Valley View is "a remarkable demonstration that public housing, under the right circumstances and with the right kind of management, can work," concludes Loyola University urbanologist J. S. Fuerst, who's been watching the project for several years.
But Valley View's success is not unique; it is also found in public housing or publicly subsidized projects in many cities, including St. Louis's LaClede Houses, West Bluff in Kansas City, New York's Wise Houses, the North Beach project in San Francisco.
The ingredients of success, in a nutshell: Keep projects relatively small (no multi-thousand unit projects); don't locate them in the most hopeless ghetto areas; put an understanding but no-nonsense manager in charge of each; back up that manager with a strong tenant council with pride and interest in the project; provide adequate maintenance funds on a timely basis.
Finally, public-housing managers must be given broad authority over tenant selection, imposing an informal quota system to create a mixture of family types, income levels and races. That means, for instance, a reasonable limit on public-welfare recipients and female-headed households with several children, and keeping black or Hispanic residency below a "tipping point" that will drive out all whites. Managers must also have power to evict socially intractable families - those with destructive children, for instance.
"Do-gooder" organizations oppose such ideas, asking where the worst-off families can ever be housed if public housing rejects them. There's no easy answer to that - except to say that concentrating problem families in projects is a sure prescription for the proven social disaster of the Pruitt-Igoes of America, an extension of segregation, misery and crime at public expense.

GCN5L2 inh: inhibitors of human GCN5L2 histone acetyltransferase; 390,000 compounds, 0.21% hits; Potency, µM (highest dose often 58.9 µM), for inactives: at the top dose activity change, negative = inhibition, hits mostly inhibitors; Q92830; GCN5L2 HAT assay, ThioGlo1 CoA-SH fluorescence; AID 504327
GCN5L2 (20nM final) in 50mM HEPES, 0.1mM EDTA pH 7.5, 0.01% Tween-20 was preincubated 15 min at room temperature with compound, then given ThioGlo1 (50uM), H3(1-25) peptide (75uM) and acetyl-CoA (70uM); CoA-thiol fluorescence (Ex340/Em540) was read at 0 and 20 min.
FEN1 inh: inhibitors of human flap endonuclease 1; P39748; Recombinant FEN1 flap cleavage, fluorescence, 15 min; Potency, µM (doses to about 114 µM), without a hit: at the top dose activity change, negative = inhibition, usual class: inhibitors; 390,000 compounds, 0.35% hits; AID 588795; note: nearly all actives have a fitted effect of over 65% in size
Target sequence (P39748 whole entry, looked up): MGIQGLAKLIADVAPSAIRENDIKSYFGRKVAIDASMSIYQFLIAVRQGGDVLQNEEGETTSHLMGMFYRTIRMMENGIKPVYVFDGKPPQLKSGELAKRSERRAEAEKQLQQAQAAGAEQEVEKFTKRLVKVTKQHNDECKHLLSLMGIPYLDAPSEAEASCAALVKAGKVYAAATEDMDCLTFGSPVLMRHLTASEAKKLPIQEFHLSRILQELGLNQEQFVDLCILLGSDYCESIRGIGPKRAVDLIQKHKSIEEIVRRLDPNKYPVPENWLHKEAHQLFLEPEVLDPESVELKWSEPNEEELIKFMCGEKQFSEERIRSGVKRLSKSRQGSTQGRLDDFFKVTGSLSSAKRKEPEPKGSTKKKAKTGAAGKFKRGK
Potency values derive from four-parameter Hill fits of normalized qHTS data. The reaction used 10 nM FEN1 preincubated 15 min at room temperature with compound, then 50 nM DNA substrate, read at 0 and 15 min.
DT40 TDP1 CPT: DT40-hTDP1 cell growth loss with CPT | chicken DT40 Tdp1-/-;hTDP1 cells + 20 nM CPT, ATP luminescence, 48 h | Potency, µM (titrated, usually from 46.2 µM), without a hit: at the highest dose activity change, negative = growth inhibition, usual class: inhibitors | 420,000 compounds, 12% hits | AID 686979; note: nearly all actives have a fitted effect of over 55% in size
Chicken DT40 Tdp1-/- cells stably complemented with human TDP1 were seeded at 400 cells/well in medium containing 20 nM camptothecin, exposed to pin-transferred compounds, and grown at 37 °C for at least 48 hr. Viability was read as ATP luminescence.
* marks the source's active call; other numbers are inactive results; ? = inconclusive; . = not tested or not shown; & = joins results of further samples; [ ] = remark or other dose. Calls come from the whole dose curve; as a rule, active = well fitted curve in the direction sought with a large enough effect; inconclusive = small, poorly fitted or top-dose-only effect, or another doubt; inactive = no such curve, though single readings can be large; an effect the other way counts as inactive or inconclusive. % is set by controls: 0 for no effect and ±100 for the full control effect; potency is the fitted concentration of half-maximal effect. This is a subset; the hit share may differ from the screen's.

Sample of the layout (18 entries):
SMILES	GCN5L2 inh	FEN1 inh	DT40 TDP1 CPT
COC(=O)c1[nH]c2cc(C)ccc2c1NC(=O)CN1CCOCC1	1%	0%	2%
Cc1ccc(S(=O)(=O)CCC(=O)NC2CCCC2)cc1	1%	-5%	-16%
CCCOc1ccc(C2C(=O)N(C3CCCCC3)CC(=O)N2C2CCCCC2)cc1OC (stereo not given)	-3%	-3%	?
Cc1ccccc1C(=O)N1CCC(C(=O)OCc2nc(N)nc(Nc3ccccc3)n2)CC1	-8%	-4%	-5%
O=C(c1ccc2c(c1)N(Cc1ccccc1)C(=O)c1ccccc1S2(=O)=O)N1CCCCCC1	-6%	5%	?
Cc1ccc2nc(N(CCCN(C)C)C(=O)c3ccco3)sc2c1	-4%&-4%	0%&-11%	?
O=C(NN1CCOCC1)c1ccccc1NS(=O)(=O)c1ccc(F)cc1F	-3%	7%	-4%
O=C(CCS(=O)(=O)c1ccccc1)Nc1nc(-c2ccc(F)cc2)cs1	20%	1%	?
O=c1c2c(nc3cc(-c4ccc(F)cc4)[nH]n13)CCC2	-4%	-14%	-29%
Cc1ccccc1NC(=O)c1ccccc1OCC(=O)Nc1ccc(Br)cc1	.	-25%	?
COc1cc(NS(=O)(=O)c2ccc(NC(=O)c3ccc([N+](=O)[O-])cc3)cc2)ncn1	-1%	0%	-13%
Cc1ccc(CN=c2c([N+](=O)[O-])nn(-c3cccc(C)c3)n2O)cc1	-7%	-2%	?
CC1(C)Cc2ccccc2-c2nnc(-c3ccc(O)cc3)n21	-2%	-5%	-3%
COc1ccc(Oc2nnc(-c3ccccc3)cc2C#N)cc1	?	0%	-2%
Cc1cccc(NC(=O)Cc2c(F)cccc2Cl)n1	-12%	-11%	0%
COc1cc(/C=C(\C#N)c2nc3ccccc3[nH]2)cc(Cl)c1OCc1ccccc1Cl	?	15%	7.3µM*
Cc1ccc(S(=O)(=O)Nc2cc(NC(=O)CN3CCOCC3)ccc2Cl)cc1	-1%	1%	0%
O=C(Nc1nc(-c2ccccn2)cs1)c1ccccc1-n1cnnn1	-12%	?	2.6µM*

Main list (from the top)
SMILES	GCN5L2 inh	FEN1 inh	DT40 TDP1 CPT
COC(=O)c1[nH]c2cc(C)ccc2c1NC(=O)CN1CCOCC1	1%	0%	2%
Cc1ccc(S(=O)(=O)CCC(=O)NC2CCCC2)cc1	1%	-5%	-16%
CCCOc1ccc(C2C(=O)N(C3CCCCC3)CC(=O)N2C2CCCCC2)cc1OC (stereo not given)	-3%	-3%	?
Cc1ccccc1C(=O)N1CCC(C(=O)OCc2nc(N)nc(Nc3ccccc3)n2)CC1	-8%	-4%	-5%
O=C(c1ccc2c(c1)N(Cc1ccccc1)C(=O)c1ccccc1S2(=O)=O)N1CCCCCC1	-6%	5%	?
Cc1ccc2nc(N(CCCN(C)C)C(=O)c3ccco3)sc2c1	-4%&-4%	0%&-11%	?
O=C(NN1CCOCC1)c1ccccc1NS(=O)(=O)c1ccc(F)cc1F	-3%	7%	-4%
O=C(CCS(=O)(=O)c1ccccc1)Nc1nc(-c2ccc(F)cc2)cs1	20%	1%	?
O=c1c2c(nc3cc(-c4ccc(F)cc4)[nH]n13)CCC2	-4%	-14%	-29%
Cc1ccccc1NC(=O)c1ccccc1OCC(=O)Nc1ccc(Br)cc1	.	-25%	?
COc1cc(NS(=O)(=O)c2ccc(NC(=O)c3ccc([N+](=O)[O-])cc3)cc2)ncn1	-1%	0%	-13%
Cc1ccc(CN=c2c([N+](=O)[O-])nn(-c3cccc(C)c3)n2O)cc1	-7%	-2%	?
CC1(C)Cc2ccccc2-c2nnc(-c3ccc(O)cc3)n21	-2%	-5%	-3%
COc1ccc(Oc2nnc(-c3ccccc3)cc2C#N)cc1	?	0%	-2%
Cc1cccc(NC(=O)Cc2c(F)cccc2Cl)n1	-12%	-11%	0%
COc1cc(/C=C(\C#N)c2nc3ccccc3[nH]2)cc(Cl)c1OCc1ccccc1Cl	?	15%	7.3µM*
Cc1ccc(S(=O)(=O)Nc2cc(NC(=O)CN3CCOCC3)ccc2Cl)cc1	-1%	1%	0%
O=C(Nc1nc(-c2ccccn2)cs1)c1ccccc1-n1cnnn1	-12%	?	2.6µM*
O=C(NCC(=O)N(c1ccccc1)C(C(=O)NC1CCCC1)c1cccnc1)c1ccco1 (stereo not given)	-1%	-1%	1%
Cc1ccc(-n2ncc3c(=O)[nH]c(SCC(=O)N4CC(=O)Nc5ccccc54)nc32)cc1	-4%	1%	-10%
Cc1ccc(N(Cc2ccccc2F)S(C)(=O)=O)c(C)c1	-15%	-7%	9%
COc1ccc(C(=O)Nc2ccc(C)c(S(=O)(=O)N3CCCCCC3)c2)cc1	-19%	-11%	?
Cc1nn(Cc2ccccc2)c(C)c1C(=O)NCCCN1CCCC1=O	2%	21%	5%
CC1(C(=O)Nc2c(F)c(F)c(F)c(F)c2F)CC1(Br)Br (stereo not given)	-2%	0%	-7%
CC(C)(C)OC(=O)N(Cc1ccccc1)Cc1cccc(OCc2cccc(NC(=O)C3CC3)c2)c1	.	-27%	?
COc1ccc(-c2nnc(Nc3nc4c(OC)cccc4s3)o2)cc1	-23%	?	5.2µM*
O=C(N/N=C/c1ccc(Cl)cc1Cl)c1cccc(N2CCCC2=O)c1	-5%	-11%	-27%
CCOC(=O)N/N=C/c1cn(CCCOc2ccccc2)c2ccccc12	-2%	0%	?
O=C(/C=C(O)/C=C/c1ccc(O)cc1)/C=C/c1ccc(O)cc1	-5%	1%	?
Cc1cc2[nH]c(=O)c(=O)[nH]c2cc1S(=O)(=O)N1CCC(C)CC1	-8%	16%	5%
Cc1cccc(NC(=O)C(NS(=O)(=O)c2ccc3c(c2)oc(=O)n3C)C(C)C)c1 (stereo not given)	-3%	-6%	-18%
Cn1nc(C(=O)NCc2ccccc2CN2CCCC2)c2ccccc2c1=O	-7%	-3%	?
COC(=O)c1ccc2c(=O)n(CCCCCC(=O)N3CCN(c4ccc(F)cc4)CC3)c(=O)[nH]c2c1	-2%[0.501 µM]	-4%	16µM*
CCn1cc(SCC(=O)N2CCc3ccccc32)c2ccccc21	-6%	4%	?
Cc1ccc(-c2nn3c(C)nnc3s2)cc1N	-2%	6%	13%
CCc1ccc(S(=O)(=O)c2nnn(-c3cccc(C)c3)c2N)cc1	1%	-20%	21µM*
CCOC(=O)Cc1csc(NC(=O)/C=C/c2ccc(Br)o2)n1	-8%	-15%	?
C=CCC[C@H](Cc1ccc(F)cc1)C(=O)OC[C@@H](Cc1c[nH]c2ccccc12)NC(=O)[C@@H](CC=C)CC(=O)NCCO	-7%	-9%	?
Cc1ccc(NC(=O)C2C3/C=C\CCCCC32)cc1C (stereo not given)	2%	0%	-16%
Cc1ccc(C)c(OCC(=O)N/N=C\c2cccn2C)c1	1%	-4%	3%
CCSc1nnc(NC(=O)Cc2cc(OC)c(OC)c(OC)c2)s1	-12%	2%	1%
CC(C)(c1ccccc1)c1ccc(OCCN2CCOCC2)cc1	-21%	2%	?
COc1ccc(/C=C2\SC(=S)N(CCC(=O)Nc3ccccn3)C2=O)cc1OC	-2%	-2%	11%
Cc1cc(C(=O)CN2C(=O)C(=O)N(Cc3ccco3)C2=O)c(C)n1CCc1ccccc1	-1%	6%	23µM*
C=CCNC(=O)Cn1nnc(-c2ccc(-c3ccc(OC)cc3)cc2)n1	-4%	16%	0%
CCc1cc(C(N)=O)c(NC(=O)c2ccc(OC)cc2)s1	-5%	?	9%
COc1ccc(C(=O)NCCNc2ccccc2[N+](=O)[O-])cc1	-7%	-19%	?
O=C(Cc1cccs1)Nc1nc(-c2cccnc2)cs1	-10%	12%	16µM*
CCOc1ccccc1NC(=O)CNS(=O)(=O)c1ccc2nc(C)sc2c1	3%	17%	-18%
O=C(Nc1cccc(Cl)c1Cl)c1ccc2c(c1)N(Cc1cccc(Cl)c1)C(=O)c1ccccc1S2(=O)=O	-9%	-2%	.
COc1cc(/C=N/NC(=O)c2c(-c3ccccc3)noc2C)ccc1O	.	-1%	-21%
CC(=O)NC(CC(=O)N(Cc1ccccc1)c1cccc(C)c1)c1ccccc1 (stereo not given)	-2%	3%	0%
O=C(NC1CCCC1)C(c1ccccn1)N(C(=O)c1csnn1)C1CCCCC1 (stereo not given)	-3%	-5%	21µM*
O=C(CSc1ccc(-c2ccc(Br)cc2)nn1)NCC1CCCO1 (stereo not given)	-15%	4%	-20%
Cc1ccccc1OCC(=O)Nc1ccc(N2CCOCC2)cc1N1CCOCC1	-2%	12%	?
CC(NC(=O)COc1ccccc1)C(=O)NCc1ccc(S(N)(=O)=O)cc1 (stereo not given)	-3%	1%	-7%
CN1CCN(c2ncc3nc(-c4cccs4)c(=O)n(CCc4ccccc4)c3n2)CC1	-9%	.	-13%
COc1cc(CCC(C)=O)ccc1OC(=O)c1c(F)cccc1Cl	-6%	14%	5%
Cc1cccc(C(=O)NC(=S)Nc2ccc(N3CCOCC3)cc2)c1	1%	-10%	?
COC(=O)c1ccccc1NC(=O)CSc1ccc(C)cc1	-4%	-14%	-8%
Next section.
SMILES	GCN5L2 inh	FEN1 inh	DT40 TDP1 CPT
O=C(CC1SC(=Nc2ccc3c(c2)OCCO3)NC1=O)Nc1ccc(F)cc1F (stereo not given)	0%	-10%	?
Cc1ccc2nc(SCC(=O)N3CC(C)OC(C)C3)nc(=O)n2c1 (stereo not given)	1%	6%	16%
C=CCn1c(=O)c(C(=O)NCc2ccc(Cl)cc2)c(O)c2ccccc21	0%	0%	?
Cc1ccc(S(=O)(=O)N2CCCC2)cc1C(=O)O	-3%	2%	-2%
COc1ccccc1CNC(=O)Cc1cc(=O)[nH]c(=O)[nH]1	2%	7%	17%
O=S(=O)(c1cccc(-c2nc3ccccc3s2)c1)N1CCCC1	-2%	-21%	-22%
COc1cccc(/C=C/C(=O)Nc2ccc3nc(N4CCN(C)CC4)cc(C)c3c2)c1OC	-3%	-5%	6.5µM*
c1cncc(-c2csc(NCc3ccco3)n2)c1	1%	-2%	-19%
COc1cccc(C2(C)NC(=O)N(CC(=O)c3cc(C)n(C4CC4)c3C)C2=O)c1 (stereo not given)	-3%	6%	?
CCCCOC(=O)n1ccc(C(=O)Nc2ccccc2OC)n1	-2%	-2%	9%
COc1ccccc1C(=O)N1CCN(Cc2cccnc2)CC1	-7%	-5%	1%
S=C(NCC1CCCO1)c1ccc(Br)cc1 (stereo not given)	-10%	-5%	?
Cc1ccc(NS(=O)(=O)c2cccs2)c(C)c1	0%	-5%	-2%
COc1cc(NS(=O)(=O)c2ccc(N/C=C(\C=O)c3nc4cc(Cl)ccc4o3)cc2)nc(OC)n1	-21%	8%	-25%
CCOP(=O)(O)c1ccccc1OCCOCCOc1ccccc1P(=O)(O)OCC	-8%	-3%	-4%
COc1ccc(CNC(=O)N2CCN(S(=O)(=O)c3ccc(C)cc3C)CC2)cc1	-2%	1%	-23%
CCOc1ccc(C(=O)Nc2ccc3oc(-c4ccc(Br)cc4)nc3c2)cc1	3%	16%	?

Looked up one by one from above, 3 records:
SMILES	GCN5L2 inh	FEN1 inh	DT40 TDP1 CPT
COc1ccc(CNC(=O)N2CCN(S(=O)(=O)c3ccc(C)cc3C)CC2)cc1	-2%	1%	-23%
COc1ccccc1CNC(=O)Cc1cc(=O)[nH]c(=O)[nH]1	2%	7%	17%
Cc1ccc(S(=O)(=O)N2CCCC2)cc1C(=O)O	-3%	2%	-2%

Ironically, even Valley View is now in peril because of grave errors made by the administration of Republican Mayor Vincent Cianci Jr. Cianci campaigned for office on a promise to keep Valley View alive and committed hundreds of thousands of dollars of federal community development block grants for desperately needed renovations: repainting that had been postponed for many years, building new roofs and replacing the antiquated, ill-functioning central heating plant.
But Ciani permitted the city housing authority to raise rents - also a long-overdue step-before many of the vital repairs were made. The result: a rent strike and problems getting tenants to sign leases.